La Gazzetta Italiana ha intervistato l’antropologa Katia Ballacchino, che da alcuni anni studia il folklore celebrato dalle comunità locali dell'Italia centro-meridionale.
L'antropologia è lo studio scientifico dell'uomo e del comportamento umano e delle società nel passato e nel presente. Oggi, il classico approccio antropologico mette in discussione le politiche dell'UNESCO relative ai processi di salvaguardia del cosiddetto "patrimonio culturale immateriale". La Ballacchino, oltre a insegnare all'Università di Salerno e alla Scuola di Specializzazione in Patrimonio Demo-etno-antropologico di Sapienza, si occupa di realizzare vari progetti di ricerca etnografica in queste aree.
Anthropology is the scientific study of humans and human behavior and societies in the past and present. Contributing writer Francesca Mignosa recently sat down with Italian Anthropologist Katia Ballacchino to discuss her work in this ever-important field.
Francesca V. Mignosa (FVM): How and where was your passion for anthropology born?
Katia Ballacchino (KB): I started studying Cultural Anthropology at Sapienza University in Rome and I completed my degree in 2002. I chose the anthropological path right away and finished my degree with a thesis in Anthropology because I felt very comfortable with the research methodology that anthropological disciplines provide. Ethnography [the scientific description of the customs of individual peoples and cultures] is a way of producing very original scientific knowledge which is of great interest to me because, in a way, it involves the very life of the researcher, challenging her to overcome many of her limits and her ethnocentrism. Furthermore, what is called "participant observation" offers a precious opportunity to constantly experience ethnographic encounters in places and with people and groups that can only enrich the researched witnesses but also the researcher herself. I believe cultural anthropology is an extraordinary science.
FVM: What kind of work and research do you do now?
KB: For several years I have been researching folklore celebrated by local communities especially in central-southern Italy. Today, the classical study of Anthropology calls into question the UNESCO policies relating to the processes of safeguarding the so-called "Intangible Cultural Heritage." My job, in addition to teaching anthropological subjects at the University of Salerno and at the School of Specialization in Demo-ethno-anthropological Heritage of Sapienza, is to carry out various ethnographic research projects in these areas.
FVM: Are you working on any interesting projects in Italy or internationally?
KB: Since 2013, Letizia Bindi, a colleague from the University of Molise, and I have been researching and writing about the interesting ceremonies that take place in the lower Molise that involve men and animals. I’m also working on research on the extraordinary Carnivals of Irpinia in Campania with a colleague from Sapienza University, Alessandra Broccolini, among other things.
FVM: The Italian population has changed drastically in recent years following the migration flows and their children are now the new citizens of Italy. Although this remains a sensitive issue, what is your opinion, as an Anthropologist, on the mix of new Italians and ancient traditions of our territory? How do they coexist?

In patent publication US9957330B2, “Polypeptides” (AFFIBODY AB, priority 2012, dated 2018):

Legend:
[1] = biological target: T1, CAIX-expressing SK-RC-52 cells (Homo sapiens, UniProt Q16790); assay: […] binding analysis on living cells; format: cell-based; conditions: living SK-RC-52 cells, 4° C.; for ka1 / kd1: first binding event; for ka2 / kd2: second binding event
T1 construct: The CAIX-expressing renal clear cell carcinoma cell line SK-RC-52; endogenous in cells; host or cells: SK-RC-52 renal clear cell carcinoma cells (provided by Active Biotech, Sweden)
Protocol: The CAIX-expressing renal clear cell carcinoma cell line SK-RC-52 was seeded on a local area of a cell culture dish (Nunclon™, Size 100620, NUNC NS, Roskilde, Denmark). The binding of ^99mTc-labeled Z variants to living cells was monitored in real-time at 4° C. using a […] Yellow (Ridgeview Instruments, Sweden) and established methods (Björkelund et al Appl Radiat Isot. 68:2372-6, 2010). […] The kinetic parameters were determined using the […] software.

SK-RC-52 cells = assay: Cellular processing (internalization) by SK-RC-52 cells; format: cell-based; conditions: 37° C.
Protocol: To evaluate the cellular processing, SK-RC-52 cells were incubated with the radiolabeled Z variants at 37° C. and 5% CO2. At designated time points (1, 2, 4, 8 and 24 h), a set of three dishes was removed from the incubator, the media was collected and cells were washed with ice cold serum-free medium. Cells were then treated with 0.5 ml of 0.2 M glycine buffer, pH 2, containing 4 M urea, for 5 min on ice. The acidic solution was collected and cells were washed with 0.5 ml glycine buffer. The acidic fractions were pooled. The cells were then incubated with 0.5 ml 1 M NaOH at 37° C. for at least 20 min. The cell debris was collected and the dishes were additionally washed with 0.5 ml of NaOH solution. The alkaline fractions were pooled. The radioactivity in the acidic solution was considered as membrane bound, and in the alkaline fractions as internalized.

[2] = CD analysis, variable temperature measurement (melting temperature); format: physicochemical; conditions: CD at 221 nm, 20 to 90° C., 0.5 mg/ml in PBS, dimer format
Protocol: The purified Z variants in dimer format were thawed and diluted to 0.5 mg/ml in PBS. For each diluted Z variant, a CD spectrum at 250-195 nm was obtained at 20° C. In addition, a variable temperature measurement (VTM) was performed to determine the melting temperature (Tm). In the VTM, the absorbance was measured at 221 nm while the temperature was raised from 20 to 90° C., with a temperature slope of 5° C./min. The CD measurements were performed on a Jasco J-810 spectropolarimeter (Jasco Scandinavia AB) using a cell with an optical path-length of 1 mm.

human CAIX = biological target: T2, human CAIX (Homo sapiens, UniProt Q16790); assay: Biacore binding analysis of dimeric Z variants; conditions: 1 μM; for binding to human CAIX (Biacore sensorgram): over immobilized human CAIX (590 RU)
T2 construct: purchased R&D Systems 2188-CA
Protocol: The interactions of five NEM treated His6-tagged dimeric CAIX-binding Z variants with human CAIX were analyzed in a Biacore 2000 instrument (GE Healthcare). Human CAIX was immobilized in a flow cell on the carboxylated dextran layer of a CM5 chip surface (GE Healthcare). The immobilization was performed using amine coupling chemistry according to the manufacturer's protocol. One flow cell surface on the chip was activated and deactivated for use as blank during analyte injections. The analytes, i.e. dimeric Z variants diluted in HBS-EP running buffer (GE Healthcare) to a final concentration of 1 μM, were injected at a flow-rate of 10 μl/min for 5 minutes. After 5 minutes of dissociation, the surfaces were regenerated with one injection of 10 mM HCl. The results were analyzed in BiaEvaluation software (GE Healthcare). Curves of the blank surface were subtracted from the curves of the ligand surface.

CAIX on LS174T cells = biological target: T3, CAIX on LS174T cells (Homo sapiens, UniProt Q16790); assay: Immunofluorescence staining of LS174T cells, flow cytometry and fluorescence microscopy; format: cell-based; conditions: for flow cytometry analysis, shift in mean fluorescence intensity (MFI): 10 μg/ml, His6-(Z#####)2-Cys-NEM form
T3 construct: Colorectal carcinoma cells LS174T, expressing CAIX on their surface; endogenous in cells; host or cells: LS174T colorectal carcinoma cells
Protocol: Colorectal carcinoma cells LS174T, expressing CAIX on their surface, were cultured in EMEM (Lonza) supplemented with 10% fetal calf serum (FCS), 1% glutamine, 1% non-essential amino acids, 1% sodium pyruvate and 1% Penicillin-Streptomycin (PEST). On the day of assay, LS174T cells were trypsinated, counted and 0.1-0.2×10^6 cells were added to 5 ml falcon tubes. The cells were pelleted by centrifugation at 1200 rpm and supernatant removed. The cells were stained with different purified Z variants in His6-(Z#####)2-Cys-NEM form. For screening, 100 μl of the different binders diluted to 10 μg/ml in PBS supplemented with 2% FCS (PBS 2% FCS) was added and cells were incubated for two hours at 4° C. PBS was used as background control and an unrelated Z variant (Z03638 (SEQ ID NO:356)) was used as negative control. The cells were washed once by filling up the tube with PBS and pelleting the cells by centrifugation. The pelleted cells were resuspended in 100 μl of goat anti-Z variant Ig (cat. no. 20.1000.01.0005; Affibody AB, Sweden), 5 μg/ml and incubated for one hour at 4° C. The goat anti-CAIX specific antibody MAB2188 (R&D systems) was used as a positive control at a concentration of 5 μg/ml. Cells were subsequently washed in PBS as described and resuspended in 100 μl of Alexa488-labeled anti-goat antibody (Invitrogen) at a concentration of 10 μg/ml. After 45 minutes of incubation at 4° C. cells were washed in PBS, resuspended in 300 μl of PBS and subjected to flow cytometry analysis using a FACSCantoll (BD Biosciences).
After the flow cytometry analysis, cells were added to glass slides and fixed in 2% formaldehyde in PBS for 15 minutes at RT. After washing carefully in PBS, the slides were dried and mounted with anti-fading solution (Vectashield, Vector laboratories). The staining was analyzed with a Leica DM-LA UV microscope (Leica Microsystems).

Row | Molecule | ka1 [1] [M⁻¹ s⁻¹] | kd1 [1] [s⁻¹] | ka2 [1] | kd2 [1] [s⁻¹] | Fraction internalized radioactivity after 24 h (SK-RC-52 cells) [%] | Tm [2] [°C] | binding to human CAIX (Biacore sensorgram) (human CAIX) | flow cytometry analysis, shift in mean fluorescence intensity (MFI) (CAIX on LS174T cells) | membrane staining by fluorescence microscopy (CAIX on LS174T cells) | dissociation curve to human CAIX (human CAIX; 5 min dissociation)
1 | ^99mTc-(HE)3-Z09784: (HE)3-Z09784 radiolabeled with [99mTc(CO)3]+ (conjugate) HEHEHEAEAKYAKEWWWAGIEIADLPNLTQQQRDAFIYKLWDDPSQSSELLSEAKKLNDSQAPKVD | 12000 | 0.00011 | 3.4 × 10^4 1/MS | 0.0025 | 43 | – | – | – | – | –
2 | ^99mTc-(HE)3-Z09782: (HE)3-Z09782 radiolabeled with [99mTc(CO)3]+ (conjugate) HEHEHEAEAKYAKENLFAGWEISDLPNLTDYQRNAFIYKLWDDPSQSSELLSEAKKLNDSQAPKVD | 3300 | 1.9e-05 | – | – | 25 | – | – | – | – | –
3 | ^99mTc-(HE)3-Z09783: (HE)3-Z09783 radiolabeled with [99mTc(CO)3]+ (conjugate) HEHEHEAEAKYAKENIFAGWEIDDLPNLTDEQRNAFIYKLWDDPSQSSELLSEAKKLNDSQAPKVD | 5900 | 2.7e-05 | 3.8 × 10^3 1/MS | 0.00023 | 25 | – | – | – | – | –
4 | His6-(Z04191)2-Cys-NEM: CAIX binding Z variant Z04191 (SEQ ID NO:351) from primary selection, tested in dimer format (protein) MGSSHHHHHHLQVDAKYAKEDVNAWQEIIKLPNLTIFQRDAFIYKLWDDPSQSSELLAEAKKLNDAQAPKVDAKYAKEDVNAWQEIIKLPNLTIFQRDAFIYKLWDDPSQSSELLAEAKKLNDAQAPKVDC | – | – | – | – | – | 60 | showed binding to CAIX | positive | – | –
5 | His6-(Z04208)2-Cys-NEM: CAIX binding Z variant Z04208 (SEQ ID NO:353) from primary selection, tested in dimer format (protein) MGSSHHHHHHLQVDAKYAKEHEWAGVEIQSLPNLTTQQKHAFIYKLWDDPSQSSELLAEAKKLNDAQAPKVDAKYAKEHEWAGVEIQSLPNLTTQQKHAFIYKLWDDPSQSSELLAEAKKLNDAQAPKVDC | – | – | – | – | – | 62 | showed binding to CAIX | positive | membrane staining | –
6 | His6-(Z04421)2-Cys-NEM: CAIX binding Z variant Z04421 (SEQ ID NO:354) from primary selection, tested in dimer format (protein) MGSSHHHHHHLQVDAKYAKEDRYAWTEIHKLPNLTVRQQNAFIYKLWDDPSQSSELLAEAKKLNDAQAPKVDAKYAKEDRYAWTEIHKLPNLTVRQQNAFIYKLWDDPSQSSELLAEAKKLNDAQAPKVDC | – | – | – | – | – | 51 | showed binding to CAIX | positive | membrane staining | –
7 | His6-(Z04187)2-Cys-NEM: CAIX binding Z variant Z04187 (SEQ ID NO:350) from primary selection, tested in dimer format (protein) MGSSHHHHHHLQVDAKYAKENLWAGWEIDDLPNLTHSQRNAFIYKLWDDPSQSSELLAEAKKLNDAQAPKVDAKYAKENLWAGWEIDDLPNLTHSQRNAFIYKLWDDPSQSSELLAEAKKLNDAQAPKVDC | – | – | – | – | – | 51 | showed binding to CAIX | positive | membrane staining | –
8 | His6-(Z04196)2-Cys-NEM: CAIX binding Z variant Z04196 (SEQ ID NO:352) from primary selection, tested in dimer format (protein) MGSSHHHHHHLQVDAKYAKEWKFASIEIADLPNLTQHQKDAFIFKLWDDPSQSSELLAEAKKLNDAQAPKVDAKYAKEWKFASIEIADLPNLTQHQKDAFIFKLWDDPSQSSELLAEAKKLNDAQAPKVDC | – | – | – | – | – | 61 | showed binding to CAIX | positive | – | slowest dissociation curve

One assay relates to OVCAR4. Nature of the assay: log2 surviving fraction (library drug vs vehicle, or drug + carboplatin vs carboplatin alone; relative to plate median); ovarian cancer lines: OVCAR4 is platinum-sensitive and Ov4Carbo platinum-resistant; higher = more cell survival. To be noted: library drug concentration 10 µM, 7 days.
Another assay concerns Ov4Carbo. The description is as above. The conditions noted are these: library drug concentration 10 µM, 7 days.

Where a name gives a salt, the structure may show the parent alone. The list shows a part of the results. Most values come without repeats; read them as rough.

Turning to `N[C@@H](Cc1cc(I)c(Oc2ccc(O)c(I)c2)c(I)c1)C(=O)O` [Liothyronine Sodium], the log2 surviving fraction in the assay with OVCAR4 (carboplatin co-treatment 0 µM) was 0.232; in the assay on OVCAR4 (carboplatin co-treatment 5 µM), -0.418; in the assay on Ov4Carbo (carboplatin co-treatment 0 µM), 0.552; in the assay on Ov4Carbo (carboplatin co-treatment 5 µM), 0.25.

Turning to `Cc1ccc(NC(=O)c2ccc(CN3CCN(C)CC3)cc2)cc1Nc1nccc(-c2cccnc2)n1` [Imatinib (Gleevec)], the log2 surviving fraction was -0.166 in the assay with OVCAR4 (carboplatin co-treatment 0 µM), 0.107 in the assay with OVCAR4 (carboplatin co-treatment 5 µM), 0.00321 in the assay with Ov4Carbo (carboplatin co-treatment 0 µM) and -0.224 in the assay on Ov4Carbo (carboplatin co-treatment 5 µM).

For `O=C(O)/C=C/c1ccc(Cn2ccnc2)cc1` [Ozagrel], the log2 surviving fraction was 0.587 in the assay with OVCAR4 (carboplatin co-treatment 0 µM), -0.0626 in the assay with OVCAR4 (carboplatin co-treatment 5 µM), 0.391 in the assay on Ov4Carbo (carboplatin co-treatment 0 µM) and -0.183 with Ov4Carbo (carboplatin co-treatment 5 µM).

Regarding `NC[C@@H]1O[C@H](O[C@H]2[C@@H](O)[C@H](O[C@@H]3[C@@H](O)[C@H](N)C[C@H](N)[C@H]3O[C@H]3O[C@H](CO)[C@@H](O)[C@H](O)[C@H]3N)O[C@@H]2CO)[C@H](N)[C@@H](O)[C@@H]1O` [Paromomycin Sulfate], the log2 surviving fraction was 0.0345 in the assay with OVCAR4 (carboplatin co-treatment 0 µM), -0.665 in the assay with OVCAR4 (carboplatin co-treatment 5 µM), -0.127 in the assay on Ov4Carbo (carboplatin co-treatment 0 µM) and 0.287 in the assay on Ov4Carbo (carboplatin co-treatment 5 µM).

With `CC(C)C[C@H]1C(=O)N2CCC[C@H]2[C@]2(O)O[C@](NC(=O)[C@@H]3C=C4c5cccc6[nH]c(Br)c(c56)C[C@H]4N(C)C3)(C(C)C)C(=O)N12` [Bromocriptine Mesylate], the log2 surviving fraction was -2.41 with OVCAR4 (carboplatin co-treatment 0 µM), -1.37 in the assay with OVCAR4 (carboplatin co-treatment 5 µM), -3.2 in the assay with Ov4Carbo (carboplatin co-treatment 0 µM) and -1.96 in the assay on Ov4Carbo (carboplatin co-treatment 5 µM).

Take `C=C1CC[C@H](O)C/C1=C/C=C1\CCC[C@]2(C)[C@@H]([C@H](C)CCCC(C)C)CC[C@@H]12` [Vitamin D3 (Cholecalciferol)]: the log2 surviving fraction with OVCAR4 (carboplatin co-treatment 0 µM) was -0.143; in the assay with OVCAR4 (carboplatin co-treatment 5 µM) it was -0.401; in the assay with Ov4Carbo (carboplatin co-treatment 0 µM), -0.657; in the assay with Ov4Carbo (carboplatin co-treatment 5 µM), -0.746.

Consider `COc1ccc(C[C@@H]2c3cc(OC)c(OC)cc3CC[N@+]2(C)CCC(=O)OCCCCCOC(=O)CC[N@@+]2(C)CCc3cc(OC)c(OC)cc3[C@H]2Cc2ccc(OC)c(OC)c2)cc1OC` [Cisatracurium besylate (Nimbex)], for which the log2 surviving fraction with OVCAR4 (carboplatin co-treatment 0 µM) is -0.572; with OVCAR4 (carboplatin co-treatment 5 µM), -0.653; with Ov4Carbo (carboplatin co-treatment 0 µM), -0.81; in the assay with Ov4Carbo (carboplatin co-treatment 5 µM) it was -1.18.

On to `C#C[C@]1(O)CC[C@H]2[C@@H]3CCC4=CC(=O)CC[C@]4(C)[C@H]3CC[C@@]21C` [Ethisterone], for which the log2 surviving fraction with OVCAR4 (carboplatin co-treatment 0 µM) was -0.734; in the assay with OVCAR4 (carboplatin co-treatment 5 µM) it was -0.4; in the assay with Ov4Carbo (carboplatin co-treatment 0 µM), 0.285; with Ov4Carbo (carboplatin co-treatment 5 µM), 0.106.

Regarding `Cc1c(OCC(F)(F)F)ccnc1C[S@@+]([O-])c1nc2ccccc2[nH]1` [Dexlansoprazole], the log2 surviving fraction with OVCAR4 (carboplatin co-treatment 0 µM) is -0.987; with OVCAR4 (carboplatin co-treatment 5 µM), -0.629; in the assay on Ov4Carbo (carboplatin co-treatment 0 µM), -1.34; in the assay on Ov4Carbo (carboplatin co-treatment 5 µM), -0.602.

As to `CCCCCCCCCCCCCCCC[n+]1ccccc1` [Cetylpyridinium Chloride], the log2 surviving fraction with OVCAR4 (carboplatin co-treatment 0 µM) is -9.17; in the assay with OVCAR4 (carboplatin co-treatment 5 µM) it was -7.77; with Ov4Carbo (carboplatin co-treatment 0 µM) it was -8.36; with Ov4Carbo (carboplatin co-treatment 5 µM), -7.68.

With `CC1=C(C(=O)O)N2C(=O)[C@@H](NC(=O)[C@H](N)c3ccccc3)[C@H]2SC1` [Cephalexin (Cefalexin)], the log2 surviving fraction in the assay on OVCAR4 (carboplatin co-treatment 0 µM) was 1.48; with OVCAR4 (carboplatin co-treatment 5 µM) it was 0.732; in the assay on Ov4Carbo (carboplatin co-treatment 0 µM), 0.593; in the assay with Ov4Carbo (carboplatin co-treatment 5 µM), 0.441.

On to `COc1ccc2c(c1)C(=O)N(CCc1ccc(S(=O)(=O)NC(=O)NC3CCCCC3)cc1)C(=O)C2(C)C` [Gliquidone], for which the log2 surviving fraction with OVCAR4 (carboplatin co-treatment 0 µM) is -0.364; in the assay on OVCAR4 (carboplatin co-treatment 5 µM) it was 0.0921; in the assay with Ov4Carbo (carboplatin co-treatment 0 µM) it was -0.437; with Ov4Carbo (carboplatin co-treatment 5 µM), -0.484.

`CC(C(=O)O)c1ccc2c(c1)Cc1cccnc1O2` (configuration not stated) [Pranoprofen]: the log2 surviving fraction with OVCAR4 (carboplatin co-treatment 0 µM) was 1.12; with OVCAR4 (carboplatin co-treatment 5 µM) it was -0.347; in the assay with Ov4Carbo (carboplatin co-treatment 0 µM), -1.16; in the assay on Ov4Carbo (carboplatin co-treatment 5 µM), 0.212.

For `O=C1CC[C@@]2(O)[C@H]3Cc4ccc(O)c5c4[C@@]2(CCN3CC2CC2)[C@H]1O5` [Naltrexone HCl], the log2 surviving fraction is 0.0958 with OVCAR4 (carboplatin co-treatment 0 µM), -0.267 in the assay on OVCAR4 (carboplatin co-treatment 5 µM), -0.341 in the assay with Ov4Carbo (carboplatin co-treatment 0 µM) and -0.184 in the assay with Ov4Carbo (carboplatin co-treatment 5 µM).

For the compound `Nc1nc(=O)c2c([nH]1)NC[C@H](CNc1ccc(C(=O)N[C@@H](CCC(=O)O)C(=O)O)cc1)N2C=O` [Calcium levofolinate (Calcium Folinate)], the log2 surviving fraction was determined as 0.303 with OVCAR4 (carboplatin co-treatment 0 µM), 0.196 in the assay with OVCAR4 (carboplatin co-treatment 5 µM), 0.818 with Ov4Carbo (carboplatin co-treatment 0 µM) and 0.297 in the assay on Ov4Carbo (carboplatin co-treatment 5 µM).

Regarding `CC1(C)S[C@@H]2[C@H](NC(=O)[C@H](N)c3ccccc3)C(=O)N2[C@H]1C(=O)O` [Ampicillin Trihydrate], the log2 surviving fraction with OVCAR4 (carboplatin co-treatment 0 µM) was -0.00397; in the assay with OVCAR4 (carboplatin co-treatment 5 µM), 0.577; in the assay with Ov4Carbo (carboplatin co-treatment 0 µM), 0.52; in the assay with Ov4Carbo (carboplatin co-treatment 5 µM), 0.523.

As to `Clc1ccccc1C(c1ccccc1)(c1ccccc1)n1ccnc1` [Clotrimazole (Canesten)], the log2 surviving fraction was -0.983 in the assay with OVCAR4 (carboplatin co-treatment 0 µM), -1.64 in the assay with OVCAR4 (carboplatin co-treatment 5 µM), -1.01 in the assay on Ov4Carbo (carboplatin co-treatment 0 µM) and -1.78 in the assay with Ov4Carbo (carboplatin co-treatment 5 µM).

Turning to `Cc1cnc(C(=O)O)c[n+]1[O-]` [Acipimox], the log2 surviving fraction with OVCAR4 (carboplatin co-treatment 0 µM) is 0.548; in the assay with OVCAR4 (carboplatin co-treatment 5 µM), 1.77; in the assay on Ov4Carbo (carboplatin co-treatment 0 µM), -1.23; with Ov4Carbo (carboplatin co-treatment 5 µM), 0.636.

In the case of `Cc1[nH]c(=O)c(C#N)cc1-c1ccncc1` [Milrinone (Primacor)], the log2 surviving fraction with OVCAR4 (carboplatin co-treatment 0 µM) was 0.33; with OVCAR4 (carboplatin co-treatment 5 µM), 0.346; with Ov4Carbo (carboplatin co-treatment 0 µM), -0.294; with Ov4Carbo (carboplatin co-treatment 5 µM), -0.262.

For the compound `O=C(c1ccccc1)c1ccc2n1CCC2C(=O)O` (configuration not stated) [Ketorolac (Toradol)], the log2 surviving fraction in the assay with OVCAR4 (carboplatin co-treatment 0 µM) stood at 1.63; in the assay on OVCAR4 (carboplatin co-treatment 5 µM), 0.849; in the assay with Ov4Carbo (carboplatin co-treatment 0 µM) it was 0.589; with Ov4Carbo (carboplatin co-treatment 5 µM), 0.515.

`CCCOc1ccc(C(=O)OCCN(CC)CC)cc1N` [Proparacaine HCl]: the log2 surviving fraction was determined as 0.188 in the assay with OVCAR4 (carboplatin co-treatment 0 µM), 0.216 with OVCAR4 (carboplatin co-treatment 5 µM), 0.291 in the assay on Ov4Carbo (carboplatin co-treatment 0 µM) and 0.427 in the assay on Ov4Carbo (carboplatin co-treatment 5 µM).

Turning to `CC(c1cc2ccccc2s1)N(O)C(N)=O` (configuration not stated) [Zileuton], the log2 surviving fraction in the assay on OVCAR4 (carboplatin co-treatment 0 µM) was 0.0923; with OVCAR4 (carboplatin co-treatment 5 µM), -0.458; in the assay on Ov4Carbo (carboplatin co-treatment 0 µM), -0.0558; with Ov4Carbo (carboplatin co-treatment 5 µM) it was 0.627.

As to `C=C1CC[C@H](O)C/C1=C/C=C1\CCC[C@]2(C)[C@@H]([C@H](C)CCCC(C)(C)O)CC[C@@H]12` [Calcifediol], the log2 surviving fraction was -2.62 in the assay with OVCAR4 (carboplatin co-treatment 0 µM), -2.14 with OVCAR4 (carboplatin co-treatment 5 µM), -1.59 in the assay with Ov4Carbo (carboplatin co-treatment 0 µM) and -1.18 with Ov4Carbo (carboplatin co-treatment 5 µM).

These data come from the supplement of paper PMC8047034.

KB: In short, I can say that our country can only be destined to a perpetual and continuous increase of processes of syncretism of cultures and that every cultural encounter should be seen by the State as an opportunity of growth for a growing country instead of calling it a "problem" from which Italy must take shelter and defend itself. My first research project after graduation was on the second generation of foreigners in Italy - in particular I worked on the case of Romania in the territory of Lazio - and the subsequent projects also expanded on the Italian migration territories. Migration, changes and mobility are important topics for Anthropology as they are for the contemporary world.
FVM: You’ve spent years deepening the study of an ancient tradition, Il Giglio di Nola, in Italy and America. Could you give us more insight into this study?
KB: The festival of the Gigli is a very complex festival that is repeated in different contexts of migratory dislocation precisely because it lends itself to mobility and change. Since 2013, this festival has been inscribed on the UNESCO Representative List of Intangible Cultural Heritage. I focused on research in Williamsburg, Brooklyn district, New York. My research took shape as a small documentary about the Williamsburg festival, “The Migrant Party. The Lily of Nola in New York.” I also wrote a book in 2015 called "Ethnography of a passion. I Gigli di Nola between patrimonialisation and change at the time of UNESCO.”
FVM: Our land is a vast and immense cradle of culture and ancient knowledge - what more could we do to keep this original cultural heritage alive?
KB: I believe that we need a national policy as well as local policies that focus on culture in an anthropological sense and that really value our extraordinary wealth of values, knowledge and traditions to make the country grow from the same communities of bearers of these precious assets.